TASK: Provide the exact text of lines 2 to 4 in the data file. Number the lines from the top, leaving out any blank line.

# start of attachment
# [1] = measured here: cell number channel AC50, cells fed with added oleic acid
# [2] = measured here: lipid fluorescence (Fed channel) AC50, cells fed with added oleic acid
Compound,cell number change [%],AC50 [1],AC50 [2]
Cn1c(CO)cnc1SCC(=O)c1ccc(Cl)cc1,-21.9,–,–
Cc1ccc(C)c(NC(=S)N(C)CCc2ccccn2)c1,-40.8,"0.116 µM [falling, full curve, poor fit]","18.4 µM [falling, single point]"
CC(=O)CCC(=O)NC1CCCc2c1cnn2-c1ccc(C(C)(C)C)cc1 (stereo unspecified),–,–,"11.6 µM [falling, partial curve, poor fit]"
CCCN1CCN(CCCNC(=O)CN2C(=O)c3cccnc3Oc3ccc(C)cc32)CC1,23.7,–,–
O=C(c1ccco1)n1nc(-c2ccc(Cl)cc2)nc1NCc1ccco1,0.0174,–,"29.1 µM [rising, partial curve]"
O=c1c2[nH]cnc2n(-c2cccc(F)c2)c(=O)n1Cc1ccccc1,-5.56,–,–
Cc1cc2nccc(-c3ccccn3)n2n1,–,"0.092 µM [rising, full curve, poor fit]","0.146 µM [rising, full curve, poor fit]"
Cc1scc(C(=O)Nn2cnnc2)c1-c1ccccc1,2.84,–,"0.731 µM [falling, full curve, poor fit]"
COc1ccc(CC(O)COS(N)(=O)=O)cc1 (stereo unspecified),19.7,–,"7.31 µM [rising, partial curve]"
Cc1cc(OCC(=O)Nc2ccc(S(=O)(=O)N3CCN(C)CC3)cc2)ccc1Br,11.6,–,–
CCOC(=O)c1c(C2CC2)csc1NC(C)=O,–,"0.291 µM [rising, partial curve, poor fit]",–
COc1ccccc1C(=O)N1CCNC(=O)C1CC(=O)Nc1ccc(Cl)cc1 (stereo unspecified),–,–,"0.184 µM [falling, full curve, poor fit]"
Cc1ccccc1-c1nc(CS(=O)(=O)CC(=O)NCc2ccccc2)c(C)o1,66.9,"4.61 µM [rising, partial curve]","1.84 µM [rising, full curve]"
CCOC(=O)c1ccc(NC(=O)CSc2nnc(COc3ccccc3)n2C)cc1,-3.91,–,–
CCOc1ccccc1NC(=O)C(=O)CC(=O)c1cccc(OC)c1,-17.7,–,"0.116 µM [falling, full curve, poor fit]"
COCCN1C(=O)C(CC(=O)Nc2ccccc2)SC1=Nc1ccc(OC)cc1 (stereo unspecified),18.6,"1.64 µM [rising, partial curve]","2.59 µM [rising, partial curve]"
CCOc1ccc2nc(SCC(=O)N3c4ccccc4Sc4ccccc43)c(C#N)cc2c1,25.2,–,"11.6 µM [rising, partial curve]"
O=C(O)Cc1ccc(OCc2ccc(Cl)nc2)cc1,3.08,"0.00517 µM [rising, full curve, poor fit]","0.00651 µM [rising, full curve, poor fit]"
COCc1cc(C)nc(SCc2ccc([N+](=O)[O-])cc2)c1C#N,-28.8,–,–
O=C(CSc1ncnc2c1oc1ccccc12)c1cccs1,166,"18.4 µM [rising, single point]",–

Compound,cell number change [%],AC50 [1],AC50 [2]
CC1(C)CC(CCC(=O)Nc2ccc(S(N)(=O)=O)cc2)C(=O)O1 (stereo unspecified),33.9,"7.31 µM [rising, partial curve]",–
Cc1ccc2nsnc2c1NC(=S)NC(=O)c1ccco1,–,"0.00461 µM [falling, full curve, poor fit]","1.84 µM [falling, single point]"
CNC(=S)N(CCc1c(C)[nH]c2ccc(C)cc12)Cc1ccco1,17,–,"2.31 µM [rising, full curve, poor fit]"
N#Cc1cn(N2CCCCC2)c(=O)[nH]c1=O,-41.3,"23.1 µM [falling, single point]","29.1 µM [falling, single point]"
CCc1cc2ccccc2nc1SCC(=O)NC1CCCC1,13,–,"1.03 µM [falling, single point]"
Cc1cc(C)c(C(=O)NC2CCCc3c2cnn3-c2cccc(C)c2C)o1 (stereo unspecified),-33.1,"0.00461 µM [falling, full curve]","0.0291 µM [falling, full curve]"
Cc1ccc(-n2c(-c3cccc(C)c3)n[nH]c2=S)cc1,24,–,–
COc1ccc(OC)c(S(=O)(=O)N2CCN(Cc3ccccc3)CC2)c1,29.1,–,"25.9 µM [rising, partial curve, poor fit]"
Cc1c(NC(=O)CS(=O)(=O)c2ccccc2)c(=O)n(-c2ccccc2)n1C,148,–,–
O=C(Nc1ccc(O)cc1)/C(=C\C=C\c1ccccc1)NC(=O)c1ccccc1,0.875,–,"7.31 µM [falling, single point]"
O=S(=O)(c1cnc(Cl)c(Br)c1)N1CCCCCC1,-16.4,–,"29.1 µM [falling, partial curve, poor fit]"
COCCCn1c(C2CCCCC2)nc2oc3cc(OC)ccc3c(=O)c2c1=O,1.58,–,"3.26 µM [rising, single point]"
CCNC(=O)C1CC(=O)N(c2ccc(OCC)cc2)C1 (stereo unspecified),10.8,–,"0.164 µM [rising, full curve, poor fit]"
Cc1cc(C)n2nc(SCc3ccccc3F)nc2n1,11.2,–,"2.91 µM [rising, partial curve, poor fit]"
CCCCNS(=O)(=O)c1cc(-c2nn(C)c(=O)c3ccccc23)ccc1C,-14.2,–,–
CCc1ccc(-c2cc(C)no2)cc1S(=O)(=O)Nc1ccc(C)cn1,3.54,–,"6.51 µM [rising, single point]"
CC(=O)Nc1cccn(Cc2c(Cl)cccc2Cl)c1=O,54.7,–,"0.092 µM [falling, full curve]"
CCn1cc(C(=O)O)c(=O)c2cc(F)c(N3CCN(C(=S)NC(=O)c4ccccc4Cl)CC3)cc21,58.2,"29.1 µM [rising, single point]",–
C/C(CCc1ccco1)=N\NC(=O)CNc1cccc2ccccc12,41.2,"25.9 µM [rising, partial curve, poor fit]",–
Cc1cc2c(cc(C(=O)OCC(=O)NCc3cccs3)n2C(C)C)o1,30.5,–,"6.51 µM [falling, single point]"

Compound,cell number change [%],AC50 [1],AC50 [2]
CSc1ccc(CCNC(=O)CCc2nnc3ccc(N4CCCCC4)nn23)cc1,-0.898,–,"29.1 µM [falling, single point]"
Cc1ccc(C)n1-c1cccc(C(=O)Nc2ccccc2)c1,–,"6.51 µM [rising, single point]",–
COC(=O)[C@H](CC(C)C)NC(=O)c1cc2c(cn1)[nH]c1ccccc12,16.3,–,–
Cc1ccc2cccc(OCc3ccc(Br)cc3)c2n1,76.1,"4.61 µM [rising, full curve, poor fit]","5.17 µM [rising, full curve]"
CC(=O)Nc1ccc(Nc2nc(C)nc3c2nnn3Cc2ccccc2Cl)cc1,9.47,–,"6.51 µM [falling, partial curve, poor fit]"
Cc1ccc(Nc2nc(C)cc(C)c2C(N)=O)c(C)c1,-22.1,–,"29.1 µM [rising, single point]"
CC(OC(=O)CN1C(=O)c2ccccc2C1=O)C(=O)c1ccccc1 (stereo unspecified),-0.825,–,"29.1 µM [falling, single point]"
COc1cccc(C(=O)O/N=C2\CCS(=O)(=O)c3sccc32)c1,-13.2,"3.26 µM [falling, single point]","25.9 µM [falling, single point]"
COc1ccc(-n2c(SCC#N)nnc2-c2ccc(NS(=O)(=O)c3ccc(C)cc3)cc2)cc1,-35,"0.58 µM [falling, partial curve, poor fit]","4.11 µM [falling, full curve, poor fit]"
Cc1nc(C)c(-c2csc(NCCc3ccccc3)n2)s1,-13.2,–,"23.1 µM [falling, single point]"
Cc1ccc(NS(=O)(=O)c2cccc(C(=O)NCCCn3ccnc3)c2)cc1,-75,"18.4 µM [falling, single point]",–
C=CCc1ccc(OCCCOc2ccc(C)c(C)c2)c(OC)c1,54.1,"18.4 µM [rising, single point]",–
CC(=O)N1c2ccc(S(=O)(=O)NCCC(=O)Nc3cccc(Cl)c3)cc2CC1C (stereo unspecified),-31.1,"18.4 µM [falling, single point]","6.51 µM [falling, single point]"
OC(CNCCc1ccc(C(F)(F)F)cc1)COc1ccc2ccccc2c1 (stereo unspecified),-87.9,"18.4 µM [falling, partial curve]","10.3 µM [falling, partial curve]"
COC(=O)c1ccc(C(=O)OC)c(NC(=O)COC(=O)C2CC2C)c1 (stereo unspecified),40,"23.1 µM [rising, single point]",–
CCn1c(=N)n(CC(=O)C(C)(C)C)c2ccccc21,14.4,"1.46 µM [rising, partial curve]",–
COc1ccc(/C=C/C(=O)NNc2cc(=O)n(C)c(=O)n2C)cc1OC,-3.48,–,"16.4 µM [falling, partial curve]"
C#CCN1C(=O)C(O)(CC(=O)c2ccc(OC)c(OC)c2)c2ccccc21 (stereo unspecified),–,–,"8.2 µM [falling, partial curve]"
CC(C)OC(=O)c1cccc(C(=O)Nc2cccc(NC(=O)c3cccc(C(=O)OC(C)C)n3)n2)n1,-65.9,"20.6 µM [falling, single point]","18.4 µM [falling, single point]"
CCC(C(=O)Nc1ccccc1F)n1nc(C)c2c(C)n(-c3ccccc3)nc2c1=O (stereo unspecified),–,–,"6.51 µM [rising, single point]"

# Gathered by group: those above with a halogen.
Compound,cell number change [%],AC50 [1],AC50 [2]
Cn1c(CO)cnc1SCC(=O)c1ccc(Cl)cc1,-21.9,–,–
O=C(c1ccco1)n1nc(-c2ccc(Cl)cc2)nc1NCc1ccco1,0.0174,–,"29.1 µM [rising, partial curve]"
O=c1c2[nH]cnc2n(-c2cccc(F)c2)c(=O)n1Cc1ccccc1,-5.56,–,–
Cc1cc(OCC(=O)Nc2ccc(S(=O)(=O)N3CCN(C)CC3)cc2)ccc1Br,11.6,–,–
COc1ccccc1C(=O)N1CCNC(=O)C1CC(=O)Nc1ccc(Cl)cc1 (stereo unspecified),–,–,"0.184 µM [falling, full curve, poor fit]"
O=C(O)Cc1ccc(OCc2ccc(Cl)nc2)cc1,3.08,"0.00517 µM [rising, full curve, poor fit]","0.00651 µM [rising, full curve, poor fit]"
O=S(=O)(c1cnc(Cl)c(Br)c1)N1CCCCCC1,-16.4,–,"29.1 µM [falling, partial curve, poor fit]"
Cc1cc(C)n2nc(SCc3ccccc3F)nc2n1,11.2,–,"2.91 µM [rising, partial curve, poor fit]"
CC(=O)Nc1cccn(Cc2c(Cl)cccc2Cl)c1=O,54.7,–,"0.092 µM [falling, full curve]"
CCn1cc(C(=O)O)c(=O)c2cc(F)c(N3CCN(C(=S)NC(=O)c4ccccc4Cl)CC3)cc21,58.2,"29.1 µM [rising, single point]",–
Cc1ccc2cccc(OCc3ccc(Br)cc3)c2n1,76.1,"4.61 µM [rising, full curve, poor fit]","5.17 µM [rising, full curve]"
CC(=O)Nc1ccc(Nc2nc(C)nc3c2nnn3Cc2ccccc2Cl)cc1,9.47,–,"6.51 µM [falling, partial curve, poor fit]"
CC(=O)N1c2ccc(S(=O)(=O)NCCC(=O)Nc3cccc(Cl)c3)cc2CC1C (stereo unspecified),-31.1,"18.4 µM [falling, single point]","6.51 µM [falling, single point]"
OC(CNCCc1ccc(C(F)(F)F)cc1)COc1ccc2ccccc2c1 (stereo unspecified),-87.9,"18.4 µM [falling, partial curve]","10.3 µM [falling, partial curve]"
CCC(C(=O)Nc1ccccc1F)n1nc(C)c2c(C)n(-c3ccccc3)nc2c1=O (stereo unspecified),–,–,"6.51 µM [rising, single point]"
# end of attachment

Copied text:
# [2] = measured here: lipid fluorescence (Fed channel) AC50, cells fed with added oleic acid
Compound,cell number change [%],AC50 [1],AC50 [2]
Cn1c(CO)cnc1SCC(=O)c1ccc(Cl)cc1,-21.9,–,–